Agent-Based Monitoring is NOT the only way to get CIs into the Run-time Service Model

Did you know that HP’s agentless monitoring solution – HP SiteScope – has  the ability to feed monitors and corresponding configuration items (CI) into the Run-time Service Model (RtSM)?  For those of you already using HP SiteScope and for those contemplating what HP SiteScope has to offer, this post describes in detail how to feed this wealth of information into HP’s RtSM.

 

As you may already know, HP SiteScope (SiS) collects all sorts of information about servers, applications, and other aspects of your IT environment after you configure your SiteScope monitors.  What you probably didn’t know is that this wealth of information can also be used to create the appropriate topology in the HP BSM RtSM.

 

 

 

Feeding SiteScope topology to the RtSM

 

There is an interface between BSM and SiteScope that provides a mechanism to synchronize SiteScope topology with BSM.  The topology sent to BSM contains CIs that correspond to the hosts, servers, and applications that SiteScope monitors. When SiteScope is registered to BSM, the full SiteScope topology is sent to BSM. Afterwards, SiteScope sends changes in topology to BSM – for example, adding or deleting monitors. 

 

Additionally, SiteScope leverages Jython scripts along with DDM components for topology reporting. Using DDM components has several advantages such as:

 

  • The use of a standard technology that is used elsewhere in HP’s Business Technology Optimization (BTO) software
  • Best-of-breed discovery framework
  • Easier topology alignment
  • Script ability and content development flexibility
  • Guaranteed delivery
  • Client-side caching and delta management
  • Support for backwards and forwards compatibility

 

 

How SiteScope sends topology information to the RtSM/BSM

 

The process for sending topology information to BSM is as follows:

 

  • Script execution - SiteScope topology is generated using Jython scripts. Each script execution creates a bulk of objects that is sent to BSM. The scripts are located on BSM to allow support of backward/forward compatibility. Scripts are downloaded to the <SiteScope root directory>\discovery folder on the SiteScope server.

 

  • Results Processing - There are several processing steps that are run against script results before topology information is sent to the RtSM. To reduce the load on BSM, these steps are divided into data validation against class model, and are filtered for objects already reported. At the end of result processing, the objects are saved as a file inside the <SiteScope root directory>\cache\topologyresultsData folder.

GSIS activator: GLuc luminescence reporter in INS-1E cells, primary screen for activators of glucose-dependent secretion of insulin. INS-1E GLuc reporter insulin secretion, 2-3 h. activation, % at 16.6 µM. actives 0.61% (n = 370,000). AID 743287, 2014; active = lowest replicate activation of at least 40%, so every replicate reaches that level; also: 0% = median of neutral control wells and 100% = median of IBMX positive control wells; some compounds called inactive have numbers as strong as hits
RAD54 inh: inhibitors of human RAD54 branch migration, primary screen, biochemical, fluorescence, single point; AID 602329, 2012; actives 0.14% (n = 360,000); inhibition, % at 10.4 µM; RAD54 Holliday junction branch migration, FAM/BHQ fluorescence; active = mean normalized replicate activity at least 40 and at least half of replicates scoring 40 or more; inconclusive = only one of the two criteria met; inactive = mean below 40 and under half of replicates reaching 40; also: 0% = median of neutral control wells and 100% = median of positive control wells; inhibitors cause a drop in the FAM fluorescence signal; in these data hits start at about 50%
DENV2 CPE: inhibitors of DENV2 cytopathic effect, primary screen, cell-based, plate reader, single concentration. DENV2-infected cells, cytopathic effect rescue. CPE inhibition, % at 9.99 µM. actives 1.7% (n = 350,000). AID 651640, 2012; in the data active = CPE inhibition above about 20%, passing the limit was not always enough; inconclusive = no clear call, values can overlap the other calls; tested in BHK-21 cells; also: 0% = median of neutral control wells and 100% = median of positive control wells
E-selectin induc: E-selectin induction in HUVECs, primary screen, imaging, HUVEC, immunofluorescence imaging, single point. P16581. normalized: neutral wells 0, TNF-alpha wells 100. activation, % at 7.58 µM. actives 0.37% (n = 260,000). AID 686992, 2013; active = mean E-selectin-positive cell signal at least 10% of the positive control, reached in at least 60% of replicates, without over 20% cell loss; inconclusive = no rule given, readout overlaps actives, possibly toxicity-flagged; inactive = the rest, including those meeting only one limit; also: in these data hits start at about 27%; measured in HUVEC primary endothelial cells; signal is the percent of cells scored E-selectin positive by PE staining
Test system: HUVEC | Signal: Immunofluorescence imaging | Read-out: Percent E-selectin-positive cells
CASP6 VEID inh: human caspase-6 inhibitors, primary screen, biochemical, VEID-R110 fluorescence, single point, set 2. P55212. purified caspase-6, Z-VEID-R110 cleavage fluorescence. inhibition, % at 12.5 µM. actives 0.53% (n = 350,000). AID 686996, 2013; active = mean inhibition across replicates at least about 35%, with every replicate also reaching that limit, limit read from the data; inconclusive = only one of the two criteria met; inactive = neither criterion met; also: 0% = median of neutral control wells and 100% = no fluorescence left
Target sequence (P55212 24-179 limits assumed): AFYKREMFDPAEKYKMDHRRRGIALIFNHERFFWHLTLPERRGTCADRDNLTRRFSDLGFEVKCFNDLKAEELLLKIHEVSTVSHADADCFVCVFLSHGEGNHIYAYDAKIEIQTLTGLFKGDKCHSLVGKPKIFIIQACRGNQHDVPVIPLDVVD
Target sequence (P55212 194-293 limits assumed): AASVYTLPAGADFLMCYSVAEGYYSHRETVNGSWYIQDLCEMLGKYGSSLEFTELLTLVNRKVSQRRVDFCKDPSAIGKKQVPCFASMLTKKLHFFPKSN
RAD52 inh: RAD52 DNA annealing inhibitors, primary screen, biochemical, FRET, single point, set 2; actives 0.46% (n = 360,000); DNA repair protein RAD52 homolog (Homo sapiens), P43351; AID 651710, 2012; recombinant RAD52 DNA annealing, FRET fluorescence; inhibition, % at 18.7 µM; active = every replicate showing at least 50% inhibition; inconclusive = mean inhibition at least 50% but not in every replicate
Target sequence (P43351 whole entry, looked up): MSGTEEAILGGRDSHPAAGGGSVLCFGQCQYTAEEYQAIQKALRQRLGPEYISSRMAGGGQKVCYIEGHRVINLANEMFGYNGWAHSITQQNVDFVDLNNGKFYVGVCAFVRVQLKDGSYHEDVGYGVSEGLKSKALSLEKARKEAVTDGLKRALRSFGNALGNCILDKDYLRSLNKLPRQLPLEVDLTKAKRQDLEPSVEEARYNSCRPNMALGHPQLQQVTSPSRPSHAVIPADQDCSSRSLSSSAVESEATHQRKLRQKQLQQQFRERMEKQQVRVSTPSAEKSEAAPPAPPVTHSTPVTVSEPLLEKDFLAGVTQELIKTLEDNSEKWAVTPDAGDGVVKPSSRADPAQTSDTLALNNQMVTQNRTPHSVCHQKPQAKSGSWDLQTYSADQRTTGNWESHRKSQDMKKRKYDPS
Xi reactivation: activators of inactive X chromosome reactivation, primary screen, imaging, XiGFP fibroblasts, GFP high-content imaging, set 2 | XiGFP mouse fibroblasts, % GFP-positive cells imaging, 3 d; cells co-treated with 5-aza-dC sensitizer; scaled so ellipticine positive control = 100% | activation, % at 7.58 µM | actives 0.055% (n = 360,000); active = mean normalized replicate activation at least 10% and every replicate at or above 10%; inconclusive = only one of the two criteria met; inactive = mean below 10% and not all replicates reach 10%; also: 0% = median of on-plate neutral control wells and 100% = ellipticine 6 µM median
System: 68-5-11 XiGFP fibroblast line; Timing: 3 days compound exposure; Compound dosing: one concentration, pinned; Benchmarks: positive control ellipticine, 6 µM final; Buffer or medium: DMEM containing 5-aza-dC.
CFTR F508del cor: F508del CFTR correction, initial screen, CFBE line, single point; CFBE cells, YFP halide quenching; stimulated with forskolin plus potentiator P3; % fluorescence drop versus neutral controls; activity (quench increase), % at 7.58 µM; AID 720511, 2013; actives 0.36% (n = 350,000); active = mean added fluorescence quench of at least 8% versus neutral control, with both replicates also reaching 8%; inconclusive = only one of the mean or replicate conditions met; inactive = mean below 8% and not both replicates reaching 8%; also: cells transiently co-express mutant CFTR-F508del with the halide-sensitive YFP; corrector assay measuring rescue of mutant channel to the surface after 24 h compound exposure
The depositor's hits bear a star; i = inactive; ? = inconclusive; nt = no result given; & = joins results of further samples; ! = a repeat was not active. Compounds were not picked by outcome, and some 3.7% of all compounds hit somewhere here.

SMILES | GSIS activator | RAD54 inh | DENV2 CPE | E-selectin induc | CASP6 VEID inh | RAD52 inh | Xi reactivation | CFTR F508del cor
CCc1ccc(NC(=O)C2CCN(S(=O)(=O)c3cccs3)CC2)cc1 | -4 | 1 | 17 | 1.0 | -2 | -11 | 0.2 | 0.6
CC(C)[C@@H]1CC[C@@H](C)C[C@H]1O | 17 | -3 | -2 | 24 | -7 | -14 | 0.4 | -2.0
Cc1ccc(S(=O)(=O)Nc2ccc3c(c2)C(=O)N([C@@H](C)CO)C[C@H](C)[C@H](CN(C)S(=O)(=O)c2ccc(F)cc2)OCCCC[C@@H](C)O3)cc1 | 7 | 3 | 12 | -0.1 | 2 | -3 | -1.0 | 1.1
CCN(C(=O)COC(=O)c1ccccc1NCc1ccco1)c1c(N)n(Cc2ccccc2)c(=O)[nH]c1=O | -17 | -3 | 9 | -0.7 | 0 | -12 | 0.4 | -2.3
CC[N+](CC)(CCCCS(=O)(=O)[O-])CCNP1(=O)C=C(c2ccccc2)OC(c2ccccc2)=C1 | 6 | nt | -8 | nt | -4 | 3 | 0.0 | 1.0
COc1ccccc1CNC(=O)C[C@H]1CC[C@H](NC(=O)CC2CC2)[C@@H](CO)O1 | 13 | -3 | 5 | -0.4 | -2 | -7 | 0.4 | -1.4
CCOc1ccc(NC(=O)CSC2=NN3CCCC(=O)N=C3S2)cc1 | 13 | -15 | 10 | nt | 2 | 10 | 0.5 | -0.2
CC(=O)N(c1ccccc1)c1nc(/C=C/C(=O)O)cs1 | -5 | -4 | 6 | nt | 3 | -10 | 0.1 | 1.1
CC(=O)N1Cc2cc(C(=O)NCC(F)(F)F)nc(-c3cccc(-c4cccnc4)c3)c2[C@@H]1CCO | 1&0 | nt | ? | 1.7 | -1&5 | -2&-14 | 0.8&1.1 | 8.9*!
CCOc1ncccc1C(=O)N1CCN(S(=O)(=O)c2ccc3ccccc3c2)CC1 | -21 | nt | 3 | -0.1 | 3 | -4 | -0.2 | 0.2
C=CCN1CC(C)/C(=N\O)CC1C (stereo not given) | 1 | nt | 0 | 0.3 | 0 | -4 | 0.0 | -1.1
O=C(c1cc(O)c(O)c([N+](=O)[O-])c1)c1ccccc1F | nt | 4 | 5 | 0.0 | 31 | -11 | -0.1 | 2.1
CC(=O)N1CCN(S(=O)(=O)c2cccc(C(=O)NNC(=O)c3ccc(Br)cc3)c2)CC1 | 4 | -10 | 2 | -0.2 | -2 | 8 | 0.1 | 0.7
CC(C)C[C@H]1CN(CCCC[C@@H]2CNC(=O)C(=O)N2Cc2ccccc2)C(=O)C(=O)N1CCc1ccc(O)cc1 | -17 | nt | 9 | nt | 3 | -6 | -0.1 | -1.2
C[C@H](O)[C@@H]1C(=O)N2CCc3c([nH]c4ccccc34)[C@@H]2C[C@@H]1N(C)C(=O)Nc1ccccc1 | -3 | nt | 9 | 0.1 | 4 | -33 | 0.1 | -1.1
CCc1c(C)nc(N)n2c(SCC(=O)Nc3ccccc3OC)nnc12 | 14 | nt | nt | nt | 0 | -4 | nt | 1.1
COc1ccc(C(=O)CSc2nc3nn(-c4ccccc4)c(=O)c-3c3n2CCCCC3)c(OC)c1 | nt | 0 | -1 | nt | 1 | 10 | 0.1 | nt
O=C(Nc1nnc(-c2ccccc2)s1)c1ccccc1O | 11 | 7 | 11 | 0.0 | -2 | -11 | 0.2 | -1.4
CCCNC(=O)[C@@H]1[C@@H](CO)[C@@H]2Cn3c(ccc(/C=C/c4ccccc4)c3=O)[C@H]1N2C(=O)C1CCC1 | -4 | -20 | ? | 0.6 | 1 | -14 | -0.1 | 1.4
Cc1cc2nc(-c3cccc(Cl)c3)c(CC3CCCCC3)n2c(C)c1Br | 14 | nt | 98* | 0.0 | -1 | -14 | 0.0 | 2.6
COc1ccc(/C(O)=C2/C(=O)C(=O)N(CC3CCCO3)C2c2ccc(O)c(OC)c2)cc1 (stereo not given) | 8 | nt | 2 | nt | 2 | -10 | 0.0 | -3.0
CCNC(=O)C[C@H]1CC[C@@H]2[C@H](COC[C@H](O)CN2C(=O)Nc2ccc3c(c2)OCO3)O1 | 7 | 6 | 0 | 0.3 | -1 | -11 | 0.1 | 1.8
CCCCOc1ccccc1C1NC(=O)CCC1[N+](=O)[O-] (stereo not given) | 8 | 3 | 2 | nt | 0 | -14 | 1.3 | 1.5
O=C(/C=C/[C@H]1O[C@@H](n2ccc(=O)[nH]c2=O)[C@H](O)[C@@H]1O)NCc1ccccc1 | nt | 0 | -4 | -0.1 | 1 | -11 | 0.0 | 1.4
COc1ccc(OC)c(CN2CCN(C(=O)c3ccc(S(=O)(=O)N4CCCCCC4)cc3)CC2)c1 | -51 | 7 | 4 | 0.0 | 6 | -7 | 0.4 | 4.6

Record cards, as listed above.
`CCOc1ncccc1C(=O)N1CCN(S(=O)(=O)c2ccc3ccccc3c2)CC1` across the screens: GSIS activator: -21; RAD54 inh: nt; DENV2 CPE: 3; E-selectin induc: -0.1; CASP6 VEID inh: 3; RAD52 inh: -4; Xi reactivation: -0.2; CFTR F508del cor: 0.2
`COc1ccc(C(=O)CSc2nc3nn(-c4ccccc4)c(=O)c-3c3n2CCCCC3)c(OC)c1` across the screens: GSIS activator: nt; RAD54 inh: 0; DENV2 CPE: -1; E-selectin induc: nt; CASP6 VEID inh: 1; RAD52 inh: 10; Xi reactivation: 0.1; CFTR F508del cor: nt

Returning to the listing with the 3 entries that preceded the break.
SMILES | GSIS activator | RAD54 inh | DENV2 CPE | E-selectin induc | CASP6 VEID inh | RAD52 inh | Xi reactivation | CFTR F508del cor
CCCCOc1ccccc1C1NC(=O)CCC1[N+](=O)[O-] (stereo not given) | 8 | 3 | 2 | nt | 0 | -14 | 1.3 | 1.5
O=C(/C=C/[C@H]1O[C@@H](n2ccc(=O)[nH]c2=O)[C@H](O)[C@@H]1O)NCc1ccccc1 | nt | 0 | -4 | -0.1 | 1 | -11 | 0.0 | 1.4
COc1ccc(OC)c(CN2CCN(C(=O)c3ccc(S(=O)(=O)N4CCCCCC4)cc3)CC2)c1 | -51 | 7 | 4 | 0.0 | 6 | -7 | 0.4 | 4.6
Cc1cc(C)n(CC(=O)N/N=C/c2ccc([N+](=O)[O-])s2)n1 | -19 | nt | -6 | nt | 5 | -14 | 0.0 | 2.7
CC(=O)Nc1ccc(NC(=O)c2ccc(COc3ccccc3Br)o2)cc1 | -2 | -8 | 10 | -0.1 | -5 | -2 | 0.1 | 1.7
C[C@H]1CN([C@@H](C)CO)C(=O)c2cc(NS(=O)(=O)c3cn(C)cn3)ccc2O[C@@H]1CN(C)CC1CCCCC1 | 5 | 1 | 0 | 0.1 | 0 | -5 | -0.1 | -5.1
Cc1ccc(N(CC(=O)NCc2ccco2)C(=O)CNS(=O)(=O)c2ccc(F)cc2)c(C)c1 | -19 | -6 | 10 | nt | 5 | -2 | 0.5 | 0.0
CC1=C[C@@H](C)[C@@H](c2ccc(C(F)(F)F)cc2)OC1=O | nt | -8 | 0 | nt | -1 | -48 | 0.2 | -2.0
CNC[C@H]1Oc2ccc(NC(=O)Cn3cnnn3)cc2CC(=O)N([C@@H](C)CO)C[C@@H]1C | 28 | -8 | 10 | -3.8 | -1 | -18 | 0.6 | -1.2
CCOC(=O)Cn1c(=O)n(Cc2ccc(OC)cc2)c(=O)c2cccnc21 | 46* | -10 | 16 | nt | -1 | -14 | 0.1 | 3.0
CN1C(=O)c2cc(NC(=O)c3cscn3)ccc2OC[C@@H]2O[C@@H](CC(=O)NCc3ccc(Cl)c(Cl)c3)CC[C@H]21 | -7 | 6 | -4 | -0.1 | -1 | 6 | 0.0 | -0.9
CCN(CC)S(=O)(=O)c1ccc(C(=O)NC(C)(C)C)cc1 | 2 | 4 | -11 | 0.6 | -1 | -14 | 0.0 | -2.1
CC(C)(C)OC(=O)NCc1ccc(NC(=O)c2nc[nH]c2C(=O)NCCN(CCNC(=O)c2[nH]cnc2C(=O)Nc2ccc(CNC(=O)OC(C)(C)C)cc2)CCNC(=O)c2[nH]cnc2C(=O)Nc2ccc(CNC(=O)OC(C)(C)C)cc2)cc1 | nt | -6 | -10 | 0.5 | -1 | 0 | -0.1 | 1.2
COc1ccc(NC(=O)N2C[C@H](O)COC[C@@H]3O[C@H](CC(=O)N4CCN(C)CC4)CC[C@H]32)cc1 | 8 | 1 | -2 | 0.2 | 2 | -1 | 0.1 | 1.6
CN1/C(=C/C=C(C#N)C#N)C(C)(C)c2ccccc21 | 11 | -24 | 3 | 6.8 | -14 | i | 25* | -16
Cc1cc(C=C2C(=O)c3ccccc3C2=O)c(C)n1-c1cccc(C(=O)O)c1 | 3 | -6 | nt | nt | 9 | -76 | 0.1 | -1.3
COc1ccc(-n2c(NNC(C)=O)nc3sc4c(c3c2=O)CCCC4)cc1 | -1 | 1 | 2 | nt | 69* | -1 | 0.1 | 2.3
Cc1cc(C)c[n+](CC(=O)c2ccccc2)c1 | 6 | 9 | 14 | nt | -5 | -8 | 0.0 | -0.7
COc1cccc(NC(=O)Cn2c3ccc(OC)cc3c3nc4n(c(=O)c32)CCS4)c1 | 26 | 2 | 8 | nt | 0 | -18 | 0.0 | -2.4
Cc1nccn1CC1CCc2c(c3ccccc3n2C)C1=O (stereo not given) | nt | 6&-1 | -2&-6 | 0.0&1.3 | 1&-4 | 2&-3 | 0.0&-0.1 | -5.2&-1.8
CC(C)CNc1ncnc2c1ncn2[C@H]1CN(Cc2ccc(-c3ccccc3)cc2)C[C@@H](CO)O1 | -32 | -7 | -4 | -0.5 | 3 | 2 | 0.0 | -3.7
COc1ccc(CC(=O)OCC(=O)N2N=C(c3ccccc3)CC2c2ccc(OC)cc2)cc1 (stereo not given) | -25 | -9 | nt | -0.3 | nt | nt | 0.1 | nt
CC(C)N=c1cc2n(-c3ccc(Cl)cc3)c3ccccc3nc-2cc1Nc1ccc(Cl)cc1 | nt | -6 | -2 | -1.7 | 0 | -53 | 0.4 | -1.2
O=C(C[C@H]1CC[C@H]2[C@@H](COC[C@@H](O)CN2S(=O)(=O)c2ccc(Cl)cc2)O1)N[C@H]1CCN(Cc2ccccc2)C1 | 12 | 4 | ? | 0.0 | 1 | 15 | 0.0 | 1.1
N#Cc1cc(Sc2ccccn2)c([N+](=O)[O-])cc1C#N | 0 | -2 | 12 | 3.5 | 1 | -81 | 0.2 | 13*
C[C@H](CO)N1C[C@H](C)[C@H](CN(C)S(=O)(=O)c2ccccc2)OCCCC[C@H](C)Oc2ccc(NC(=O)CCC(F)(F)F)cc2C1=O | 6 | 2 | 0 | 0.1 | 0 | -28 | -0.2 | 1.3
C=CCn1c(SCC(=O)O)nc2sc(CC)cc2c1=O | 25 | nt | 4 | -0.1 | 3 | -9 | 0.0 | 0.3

• Topology sent to BSM - After result processing has finished, the topology is sent to BSM. To reduce load on the RtSM, the results are merged and saved to the <SiteScope root directory>\cache\topologyresultsData\merged folder. The merged bulk is sent to BSM using HTTP.

 

 

Default topologies reported to BSM based on the SiteScope monitor being used

 

While SiteScope provides all sorts of information to the RtSM related to topology, minimally there is default topology information that is based on the specific monitor being used.  Some examples include the following:

 

 

In some cases, you need to define the topology before sending off to the RtSM/BSM

 

For some monitors, it is not possible to know the CI type that is being monitored in advance (e.g., Log monitor or URL monitor).  In these cases, you must define the relevant topology when configuring these monitor types. Stay tuned for future blog posts, which will describe in detail how to customize your topology in these situations.

 

 

Conclusion

I hope you now have a better understanding of the various topologies reported by SiteScope to the RtSM and what happens “behind the scenes” of the SiteScope/BSM/RTSM world.  Stay tuned for future posts, where we will discuss customization of topology reporting, important troubleshooting information, and more …

 

Special thanks goes to Liron Gefen, who provided ther content for this blog post ...

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About the Author
Sonja is a Product Marketing Manager for the HP Software Operations Center portfolio of products. She has 19 years of product marketing, pro...
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